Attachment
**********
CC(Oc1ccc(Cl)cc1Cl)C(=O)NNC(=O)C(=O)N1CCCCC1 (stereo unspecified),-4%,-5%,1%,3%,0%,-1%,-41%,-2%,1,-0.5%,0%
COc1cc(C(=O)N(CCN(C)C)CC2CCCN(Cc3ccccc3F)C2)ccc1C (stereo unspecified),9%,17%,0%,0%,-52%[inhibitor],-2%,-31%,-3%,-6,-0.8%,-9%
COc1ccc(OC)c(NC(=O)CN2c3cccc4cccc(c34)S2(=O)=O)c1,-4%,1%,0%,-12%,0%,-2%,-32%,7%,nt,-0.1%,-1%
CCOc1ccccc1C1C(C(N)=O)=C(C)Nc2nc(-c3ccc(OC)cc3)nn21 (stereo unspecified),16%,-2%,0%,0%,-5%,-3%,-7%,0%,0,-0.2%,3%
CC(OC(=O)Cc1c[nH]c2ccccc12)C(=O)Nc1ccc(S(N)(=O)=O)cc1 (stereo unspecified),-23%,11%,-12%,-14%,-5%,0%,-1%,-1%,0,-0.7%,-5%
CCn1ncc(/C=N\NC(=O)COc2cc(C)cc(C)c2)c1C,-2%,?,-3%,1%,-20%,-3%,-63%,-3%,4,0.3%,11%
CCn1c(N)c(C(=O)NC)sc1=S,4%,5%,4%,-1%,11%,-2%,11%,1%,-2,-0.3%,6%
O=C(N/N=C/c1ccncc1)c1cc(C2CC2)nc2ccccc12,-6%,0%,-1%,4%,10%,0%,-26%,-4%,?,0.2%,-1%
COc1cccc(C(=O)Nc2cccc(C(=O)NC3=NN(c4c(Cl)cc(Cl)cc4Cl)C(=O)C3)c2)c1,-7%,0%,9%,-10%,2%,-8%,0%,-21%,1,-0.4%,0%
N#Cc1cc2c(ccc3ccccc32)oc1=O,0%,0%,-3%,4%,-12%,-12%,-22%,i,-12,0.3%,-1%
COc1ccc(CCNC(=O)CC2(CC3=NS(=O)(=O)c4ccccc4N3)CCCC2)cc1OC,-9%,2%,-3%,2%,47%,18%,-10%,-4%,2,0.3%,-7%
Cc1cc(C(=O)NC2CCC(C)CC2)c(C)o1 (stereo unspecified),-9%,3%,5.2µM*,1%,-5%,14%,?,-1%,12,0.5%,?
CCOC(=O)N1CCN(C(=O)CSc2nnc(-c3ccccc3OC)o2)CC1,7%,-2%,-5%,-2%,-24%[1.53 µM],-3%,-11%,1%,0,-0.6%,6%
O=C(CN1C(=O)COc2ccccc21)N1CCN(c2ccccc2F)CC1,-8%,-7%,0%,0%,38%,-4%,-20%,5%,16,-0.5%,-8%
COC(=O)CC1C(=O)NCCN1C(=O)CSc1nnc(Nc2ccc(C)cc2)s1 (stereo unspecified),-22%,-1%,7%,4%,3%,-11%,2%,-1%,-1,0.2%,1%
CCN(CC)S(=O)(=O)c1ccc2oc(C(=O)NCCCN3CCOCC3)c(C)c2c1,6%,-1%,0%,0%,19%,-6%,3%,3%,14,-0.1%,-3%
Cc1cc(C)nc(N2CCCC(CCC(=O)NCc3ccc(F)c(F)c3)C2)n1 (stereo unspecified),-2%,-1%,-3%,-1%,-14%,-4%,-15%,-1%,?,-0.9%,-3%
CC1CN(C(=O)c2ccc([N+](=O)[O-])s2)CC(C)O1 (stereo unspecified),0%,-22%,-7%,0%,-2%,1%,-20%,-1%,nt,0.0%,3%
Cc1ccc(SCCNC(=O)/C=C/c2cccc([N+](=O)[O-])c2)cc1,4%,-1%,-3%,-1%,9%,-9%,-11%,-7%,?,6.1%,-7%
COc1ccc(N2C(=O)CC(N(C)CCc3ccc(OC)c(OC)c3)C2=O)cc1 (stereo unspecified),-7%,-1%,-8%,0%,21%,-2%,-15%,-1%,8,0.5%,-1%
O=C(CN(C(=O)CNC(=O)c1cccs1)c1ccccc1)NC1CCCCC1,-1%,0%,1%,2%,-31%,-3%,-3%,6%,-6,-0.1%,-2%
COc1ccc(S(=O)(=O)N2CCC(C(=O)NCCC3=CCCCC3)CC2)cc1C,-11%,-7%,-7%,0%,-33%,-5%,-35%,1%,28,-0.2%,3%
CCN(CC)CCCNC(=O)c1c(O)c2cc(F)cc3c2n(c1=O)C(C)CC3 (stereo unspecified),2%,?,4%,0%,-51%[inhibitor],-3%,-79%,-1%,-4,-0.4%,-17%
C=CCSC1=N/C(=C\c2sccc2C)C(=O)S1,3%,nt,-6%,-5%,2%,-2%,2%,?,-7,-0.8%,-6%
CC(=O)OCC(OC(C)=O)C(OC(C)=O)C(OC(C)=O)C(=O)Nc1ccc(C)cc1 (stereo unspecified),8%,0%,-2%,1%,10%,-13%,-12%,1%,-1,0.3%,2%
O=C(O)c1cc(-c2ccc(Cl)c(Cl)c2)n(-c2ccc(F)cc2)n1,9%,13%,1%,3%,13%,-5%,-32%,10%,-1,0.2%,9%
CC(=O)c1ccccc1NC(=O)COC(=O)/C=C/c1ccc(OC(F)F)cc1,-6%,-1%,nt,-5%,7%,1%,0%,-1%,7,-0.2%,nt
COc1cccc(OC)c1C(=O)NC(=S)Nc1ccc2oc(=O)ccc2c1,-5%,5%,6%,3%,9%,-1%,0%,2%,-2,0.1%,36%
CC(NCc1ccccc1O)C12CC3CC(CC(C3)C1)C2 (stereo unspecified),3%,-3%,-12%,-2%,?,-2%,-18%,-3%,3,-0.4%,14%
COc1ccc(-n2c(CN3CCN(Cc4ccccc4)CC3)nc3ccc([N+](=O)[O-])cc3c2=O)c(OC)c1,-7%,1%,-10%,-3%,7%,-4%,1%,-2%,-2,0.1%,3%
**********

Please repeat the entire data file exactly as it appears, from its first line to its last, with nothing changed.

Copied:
CC(Oc1ccc(Cl)cc1Cl)C(=O)NNC(=O)C(=O)N1CCCCC1 (stereo unspecified),-4%,-5%,1%,3%,0%,-1%,-41%,-2%,1,-0.5%,0%
COc1cc(C(=O)N(CCN(C)C)CC2CCCN(Cc3ccccc3F)C2)ccc1C (stereo unspecified),9%,17%,0%,0%,-52%[inhibitor],-2%,-31%,-3%,-6,-0.8%,-9%
COc1ccc(OC)c(NC(=O)CN2c3cccc4cccc(c34)S2(=O)=O)c1,-4%,1%,0%,-12%,0%,-2%,-32%,7%,nt,-0.1%,-1%
CCOc1ccccc1C1C(C(N)=O)=C(C)Nc2nc(-c3ccc(OC)cc3)nn21 (stereo unspecified),16%,-2%,0%,0%,-5%,-3%,-7%,0%,0,-0.2%,3%
CC(OC(=O)Cc1c[nH]c2ccccc12)C(=O)Nc1ccc(S(N)(=O)=O)cc1 (stereo unspecified),-23%,11%,-12%,-14%,-5%,0%,-1%,-1%,0,-0.7%,-5%
CCn1ncc(/C=N\NC(=O)COc2cc(C)cc(C)c2)c1C,-2%,?,-3%,1%,-20%,-3%,-63%,-3%,4,0.3%,11%
CCn1c(N)c(C(=O)NC)sc1=S,4%,5%,4%,-1%,11%,-2%,11%,1%,-2,-0.3%,6%
O=C(N/N=C/c1ccncc1)c1cc(C2CC2)nc2ccccc12,-6%,0%,-1%,4%,10%,0%,-26%,-4%,?,0.2%,-1%
COc1cccc(C(=O)Nc2cccc(C(=O)NC3=NN(c4c(Cl)cc(Cl)cc4Cl)C(=O)C3)c2)c1,-7%,0%,9%,-10%,2%,-8%,0%,-21%,1,-0.4%,0%
N#Cc1cc2c(ccc3ccccc32)oc1=O,0%,0%,-3%,4%,-12%,-12%,-22%,i,-12,0.3%,-1%
COc1ccc(CCNC(=O)CC2(CC3=NS(=O)(=O)c4ccccc4N3)CCCC2)cc1OC,-9%,2%,-3%,2%,47%,18%,-10%,-4%,2,0.3%,-7%
Cc1cc(C(=O)NC2CCC(C)CC2)c(C)o1 (stereo unspecified),-9%,3%,5.2µM*,1%,-5%,14%,?,-1%,12,0.5%,?
CCOC(=O)N1CCN(C(=O)CSc2nnc(-c3ccccc3OC)o2)CC1,7%,-2%,-5%,-2%,-24%[1.53 µM],-3%,-11%,1%,0,-0.6%,6%
O=C(CN1C(=O)COc2ccccc21)N1CCN(c2ccccc2F)CC1,-8%,-7%,0%,0%,38%,-4%,-20%,5%,16,-0.5%,-8%
COC(=O)CC1C(=O)NCCN1C(=O)CSc1nnc(Nc2ccc(C)cc2)s1 (stereo unspecified),-22%,-1%,7%,4%,3%,-11%,2%,-1%,-1,0.2%,1%
CCN(CC)S(=O)(=O)c1ccc2oc(C(=O)NCCCN3CCOCC3)c(C)c2c1,6%,-1%,0%,0%,19%,-6%,3%,3%,14,-0.1%,-3%
Cc1cc(C)nc(N2CCCC(CCC(=O)NCc3ccc(F)c(F)c3)C2)n1 (stereo unspecified),-2%,-1%,-3%,-1%,-14%,-4%,-15%,-1%,?,-0.9%,-3%
CC1CN(C(=O)c2ccc([N+](=O)[O-])s2)CC(C)O1 (stereo unspecified),0%,-22%,-7%,0%,-2%,1%,-20%,-1%,nt,0.0%,3%
Cc1ccc(SCCNC(=O)/C=C/c2cccc([N+](=O)[O-])c2)cc1,4%,-1%,-3%,-1%,9%,-9%,-11%,-7%,?,6.1%,-7%
COc1ccc(N2C(=O)CC(N(C)CCc3ccc(OC)c(OC)c3)C2=O)cc1 (stereo unspecified),-7%,-1%,-8%,0%,21%,-2%,-15%,-1%,8,0.5%,-1%
O=C(CN(C(=O)CNC(=O)c1cccs1)c1ccccc1)NC1CCCCC1,-1%,0%,1%,2%,-31%,-3%,-3%,6%,-6,-0.1%,-2%
COc1ccc(S(=O)(=O)N2CCC(C(=O)NCCC3=CCCCC3)CC2)cc1C,-11%,-7%,-7%,0%,-33%,-5%,-35%,1%,28,-0.2%,3%
CCN(CC)CCCNC(=O)c1c(O)c2cc(F)cc3c2n(c1=O)C(C)CC3 (stereo unspecified),2%,?,4%,0%,-51%[inhibitor],-3%,-79%,-1%,-4,-0.4%,-17%
C=CCSC1=N/C(=C\c2sccc2C)C(=O)S1,3%,nt,-6%,-5%,2%,-2%,2%,?,-7,-0.8%,-6%
CC(=O)OCC(OC(C)=O)C(OC(C)=O)C(OC(C)=O)C(=O)Nc1ccc(C)cc1 (stereo unspecified),8%,0%,-2%,1%,10%,-13%,-12%,1%,-1,0.3%,2%
O=C(O)c1cc(-c2ccc(Cl)c(Cl)c2)n(-c2ccc(F)cc2)n1,9%,13%,1%,3%,13%,-5%,-32%,10%,-1,0.2%,9%
CC(=O)c1ccccc1NC(=O)COC(=O)/C=C/c1ccc(OC(F)F)cc1,-6%,-1%,nt,-5%,7%,1%,0%,-1%,7,-0.2%,nt
COc1cccc(OC)c1C(=O)NC(=S)Nc1ccc2oc(=O)ccc2c1,-5%,5%,6%,3%,9%,-1%,0%,2%,-2,0.1%,36%
CC(NCc1ccccc1O)C12CC3CC(CC(C3)C1)C2 (stereo unspecified),3%,-3%,-12%,-2%,?,-2%,-18%,-3%,3,-0.4%,14%
COc1ccc(-n2c(CN3CCN(Cc4ccccc4)CC3)nc3ccc([N+](=O)[O-])cc3c2=O)c(OC)c1,-7%,1%,-10%,-3%,7%,-4%,1%,-2%,-2,0.1%,3%